Red Squirrel

Red Squirrel

Some squirrels can become pretty tame, but it depends on their personality. Some are very appreciative of the opportunity and will treat your hand with care, but others are irritated, and sometimes bite. The tufts on the ears are prominent during the winter.

Red Squirrel

Anyone with a bird feeder out is pretty familiar with Red squirrels. This time of year, when their natural foods like spruce and pine cones, are getting in short supply, they tend to heavily rely on the generosity of us birdwatchers for their groceries. They are not always welcome, but Red squirrels Tamiasciurus hudsonicus, are an interesting lot.

Here in the Quoddy region (and all of Maine and New Hampshire) we have the subspecies gymnicus, which is a little smaller and darker than the rest of the 21 subspecies of Red squirrels.  Red squirrels range from Labrador to Georgia and in a broad swath to Alaska and down the Rockies to Arizona.

A Red squirrel is very territorial and the only time they get along is when they are very young or when they have romance on their tiny mind.  A female Red squirrel may breed twice a year, but often only once, depending on various conditions. The female is in heat for only one day during the breeding season, which, under good conditions, is typically in March.  After a gestation period of about 35 days the young are born in a nest typically made of shredded cedar bark in a hollow tree, birdhouse or my barn.  After about 5 weeks the youngsters look like small adults with skinny tails and cautiously venture from the nest to play and wrestle with each other. This period of play changes after a couple of weeks when the young squirrels develop territorial habits, and any other squirrel within about two feet is first warned, then attacked.

A Red squirrel may chase off the larger Gray squirrel if the later comes into the Red squirrel’s territory, but usually the Gray squirrel prefers deciduous trees while the Red Squirrel prefers conifers. This time of year they both prefer Black oil sunflower seeds, and the Gray squirrel sneaks in to avoid the feisty Red squirrel.

The diet of Red squirrels is pretty interesting, as they seem to eat almost anything.  During the maple sugar season the Red squirrel will nip off twigs of maple and birch trees to drink the sap. They will even remember which twigs they cut and come back a day later to lick the dried, concentrated sap.  One of our no-nos, the mushroom, Amanita mascara, is apparently eaten by Red squirrels with no adverse results, except to the mushroom.  A few years ago a study in Canada’s Yukon Territory about snowshoe hares indicated that new born hares (leverets) had only a 33% chance of surviving their first 2 weeks.  What was surprising was that over half of the deaths of the leverets were attributed to Red squirrels.  Song bird nestlings and birds eggs are also eaten by Red squirrels.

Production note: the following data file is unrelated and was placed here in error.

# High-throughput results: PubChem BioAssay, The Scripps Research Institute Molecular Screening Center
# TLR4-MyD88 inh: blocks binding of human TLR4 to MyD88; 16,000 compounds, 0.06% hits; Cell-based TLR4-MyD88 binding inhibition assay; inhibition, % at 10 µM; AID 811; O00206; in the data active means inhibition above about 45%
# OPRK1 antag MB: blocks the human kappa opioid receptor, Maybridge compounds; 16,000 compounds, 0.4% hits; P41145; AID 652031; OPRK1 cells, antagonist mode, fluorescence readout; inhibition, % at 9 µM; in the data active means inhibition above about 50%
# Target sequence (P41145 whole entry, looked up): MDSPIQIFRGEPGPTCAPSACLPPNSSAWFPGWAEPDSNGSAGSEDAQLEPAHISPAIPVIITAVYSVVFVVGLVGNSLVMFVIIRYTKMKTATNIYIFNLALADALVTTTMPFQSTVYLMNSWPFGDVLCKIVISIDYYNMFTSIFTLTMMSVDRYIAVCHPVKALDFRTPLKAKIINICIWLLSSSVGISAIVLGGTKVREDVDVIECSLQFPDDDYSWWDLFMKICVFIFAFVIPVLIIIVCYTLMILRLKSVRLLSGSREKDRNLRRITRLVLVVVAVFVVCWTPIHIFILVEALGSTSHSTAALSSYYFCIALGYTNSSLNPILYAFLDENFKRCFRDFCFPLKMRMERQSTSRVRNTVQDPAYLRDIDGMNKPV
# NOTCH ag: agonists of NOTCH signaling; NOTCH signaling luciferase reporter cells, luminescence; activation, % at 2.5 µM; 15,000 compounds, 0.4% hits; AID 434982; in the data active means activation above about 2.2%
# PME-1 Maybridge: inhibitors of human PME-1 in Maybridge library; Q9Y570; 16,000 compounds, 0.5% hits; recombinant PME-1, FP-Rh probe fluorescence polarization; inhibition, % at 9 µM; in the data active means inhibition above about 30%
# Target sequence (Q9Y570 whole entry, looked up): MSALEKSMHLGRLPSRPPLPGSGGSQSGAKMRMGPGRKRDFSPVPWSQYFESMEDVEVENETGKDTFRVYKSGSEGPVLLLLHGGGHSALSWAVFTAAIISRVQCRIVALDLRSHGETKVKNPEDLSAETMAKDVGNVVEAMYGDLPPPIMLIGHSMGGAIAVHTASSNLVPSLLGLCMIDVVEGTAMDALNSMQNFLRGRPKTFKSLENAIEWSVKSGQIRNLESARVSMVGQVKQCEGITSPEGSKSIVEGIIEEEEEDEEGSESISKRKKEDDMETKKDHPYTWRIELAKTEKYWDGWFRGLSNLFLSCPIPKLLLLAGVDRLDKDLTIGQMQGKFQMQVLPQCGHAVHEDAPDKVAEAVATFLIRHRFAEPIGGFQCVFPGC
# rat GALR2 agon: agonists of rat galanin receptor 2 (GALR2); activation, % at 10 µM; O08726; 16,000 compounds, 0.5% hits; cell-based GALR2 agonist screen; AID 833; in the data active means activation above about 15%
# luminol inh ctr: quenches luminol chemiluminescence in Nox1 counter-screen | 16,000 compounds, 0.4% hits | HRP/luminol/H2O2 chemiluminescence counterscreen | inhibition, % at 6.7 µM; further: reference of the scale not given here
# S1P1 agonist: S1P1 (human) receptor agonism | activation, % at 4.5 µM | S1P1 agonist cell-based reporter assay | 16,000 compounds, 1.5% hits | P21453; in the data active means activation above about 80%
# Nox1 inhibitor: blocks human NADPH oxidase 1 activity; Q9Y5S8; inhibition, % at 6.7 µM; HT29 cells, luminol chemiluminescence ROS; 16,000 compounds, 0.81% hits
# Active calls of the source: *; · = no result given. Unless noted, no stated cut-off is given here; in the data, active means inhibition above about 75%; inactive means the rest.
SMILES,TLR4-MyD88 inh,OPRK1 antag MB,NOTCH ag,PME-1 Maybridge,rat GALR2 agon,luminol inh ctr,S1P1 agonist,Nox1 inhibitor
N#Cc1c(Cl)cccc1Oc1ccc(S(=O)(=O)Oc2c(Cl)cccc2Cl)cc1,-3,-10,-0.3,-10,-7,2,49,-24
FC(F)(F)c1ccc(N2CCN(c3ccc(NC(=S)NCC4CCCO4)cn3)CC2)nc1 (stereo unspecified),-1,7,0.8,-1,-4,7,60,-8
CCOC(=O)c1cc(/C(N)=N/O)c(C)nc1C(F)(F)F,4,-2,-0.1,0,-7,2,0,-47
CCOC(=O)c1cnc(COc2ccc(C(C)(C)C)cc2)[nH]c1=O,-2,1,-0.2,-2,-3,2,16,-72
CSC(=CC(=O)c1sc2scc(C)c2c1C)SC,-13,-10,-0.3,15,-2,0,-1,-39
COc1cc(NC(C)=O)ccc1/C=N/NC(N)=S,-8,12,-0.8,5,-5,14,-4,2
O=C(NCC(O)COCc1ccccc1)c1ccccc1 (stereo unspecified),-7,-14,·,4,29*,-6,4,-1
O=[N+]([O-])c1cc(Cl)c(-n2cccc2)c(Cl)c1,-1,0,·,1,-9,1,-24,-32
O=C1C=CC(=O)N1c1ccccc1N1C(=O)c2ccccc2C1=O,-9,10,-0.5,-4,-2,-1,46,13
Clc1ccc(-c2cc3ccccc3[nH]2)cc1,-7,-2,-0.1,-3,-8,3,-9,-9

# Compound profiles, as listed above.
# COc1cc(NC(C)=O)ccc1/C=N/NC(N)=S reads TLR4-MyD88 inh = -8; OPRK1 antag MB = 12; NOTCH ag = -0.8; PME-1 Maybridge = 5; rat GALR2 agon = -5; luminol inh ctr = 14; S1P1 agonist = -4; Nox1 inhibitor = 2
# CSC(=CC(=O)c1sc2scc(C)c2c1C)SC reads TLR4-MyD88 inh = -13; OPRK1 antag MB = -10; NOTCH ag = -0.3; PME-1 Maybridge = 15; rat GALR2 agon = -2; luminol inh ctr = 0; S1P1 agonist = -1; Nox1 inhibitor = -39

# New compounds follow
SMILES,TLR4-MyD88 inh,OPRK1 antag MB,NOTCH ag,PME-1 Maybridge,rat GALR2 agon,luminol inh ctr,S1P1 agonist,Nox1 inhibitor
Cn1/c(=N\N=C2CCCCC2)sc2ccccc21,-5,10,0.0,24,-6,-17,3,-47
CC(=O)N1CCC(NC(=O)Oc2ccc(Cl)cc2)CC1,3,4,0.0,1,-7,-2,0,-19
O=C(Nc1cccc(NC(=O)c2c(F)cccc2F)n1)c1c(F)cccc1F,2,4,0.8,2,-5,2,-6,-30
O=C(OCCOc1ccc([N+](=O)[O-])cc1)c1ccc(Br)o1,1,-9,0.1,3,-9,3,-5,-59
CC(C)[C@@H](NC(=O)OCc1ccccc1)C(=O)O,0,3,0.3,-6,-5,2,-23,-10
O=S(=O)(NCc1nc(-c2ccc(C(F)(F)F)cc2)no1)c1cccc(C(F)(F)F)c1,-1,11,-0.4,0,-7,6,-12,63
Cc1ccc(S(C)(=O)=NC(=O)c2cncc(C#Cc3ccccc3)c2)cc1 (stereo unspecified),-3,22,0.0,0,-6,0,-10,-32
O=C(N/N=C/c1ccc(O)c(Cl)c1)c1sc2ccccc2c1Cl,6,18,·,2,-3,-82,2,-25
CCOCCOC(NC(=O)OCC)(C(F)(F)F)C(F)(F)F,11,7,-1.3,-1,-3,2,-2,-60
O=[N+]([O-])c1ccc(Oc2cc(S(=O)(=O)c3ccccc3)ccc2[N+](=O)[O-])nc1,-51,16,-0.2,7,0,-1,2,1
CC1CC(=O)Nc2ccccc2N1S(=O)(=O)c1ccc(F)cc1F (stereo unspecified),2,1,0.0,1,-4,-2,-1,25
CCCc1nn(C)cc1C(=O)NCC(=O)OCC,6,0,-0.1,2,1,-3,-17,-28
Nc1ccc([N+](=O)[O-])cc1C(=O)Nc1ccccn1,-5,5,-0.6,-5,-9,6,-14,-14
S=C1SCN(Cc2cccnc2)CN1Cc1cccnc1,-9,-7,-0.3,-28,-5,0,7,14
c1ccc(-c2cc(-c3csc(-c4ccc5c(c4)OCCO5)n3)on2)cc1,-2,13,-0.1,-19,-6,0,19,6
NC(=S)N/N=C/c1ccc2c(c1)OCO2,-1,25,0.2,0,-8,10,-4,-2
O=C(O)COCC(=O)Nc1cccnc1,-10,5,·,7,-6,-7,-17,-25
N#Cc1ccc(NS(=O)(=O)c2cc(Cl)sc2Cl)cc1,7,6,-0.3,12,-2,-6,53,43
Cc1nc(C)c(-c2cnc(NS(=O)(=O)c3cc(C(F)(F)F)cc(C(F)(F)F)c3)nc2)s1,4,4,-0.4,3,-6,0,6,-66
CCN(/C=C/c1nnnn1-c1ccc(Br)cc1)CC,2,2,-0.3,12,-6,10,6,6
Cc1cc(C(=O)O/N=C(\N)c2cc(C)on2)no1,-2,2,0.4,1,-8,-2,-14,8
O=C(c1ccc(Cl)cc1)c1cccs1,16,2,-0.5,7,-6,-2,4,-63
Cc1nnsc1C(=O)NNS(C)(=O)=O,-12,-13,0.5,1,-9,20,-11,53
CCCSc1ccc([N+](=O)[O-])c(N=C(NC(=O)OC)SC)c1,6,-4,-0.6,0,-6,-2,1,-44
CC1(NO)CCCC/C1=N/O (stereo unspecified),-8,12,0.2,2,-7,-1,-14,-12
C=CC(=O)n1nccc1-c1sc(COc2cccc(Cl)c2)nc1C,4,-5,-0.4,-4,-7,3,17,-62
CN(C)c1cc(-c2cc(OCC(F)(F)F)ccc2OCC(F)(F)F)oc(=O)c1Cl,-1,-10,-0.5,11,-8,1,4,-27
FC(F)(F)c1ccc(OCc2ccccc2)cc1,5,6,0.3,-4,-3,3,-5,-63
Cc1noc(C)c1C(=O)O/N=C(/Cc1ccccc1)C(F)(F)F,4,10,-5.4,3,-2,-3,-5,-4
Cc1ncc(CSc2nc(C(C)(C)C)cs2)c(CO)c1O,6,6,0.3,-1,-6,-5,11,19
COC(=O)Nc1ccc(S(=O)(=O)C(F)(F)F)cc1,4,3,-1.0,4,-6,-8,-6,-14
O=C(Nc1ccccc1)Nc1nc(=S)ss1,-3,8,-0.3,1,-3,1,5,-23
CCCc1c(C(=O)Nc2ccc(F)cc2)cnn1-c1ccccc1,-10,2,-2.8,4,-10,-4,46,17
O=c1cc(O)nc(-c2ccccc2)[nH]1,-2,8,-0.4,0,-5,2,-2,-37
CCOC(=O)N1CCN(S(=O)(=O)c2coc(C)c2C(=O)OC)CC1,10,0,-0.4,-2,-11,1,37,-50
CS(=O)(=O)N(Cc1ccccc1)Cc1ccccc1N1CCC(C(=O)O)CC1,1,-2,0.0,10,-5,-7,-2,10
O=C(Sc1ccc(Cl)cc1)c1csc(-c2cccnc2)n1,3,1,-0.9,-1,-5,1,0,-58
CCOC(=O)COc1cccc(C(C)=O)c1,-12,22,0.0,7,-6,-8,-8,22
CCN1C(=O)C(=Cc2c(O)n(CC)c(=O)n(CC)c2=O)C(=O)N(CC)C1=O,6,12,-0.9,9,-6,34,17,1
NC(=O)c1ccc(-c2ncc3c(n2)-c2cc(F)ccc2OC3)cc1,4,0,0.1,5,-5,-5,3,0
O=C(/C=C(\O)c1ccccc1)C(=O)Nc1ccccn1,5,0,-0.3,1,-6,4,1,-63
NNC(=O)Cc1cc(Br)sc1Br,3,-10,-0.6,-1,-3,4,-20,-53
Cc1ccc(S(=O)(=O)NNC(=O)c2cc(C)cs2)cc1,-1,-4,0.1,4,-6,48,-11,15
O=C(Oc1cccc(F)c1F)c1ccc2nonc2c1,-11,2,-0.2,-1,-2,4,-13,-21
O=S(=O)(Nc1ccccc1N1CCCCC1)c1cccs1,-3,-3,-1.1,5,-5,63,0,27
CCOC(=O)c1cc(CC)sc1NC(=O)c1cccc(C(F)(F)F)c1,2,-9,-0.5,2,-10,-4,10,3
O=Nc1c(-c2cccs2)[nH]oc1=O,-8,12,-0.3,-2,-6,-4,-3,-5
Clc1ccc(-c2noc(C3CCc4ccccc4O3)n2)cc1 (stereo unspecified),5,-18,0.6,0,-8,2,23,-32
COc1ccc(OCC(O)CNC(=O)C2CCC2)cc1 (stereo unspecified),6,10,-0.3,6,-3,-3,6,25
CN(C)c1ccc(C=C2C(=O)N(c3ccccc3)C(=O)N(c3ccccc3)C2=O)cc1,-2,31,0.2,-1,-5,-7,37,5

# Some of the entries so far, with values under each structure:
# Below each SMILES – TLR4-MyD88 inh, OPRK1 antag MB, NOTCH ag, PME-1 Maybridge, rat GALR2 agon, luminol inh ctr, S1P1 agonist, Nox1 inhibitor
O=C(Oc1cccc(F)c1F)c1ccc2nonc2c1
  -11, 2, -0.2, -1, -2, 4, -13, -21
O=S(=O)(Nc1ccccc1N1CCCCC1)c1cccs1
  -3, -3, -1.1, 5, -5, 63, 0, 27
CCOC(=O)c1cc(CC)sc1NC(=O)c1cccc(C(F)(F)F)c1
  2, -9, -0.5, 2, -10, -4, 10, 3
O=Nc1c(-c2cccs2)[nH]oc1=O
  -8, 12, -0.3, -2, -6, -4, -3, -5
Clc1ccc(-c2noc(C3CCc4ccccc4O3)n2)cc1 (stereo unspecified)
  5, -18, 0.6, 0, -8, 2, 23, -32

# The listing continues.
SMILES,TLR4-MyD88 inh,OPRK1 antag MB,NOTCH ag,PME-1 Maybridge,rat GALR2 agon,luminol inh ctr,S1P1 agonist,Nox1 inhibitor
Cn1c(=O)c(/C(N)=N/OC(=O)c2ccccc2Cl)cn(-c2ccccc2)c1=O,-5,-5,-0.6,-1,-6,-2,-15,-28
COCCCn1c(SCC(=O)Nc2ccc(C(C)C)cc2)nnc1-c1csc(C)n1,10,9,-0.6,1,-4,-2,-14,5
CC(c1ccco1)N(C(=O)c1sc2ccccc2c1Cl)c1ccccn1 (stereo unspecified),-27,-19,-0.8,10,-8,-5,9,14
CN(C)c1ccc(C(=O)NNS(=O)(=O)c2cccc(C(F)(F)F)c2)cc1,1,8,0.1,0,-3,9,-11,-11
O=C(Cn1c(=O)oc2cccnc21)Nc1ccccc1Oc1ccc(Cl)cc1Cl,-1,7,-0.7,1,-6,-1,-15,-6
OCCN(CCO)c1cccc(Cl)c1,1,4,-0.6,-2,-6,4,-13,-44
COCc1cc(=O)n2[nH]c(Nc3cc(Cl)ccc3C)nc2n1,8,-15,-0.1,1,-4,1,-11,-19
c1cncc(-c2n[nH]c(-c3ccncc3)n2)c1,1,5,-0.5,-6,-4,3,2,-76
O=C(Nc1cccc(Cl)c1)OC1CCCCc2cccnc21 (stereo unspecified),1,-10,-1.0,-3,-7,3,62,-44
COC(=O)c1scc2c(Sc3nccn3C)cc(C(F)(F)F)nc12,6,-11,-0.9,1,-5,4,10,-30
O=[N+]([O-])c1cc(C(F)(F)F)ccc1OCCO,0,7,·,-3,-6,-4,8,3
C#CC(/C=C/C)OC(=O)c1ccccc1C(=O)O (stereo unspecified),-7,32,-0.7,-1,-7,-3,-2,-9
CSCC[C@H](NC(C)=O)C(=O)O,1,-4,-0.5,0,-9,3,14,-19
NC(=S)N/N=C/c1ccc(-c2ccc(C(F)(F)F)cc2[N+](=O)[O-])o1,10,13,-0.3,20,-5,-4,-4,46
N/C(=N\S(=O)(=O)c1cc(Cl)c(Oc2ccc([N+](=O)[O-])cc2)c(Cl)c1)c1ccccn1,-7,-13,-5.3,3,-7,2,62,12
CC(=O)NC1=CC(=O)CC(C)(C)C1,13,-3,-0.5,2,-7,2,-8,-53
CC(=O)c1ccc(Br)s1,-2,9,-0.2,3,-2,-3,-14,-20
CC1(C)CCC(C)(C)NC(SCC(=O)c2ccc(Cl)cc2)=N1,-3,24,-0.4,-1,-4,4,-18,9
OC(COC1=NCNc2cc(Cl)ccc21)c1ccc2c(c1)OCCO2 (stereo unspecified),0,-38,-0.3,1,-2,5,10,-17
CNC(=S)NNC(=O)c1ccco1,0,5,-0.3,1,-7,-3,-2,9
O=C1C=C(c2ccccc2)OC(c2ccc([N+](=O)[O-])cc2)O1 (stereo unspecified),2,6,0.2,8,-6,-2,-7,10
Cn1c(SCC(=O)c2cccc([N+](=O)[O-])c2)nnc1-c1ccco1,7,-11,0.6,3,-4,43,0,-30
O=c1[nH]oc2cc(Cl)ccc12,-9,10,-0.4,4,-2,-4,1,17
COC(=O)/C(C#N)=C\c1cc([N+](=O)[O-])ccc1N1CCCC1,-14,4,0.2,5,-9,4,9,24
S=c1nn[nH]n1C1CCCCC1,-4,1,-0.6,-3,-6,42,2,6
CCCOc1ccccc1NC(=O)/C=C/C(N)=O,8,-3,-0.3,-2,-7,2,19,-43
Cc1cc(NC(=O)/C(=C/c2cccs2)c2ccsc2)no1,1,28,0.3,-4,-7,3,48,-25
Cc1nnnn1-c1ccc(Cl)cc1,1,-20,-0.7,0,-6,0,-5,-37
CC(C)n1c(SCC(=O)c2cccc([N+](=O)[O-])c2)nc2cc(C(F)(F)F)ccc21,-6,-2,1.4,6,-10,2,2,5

Perhaps the biggest tragedy about the predaceous Red squirrel was caused by people. In the early 1960’s the Red squirrel was introduced to Newfoundland with the intent of augmenting the food supply for the Pine Marten, which was trapped for its valuable fur. The Red squirrel flourished in its new environment, but at the expense of the Newfoundland Crossbill Loxia curvirosta percna.  The crossbill, which had been relatively common up to this time, has since taken a disastrous drop in its numbers, apparently due to the competition for spruce cones from the introduced red squirrel.  In addition there seems to be more Pine Martens, which not only prey on the abundant Red squirrel but also snack on the crossbills.  Is the Newfoundland crossbill headed for extinction?

I don’t have a big problem with Red squirrels. I would rather see more bobcats and owls, but I do prefer squirrels over nothing.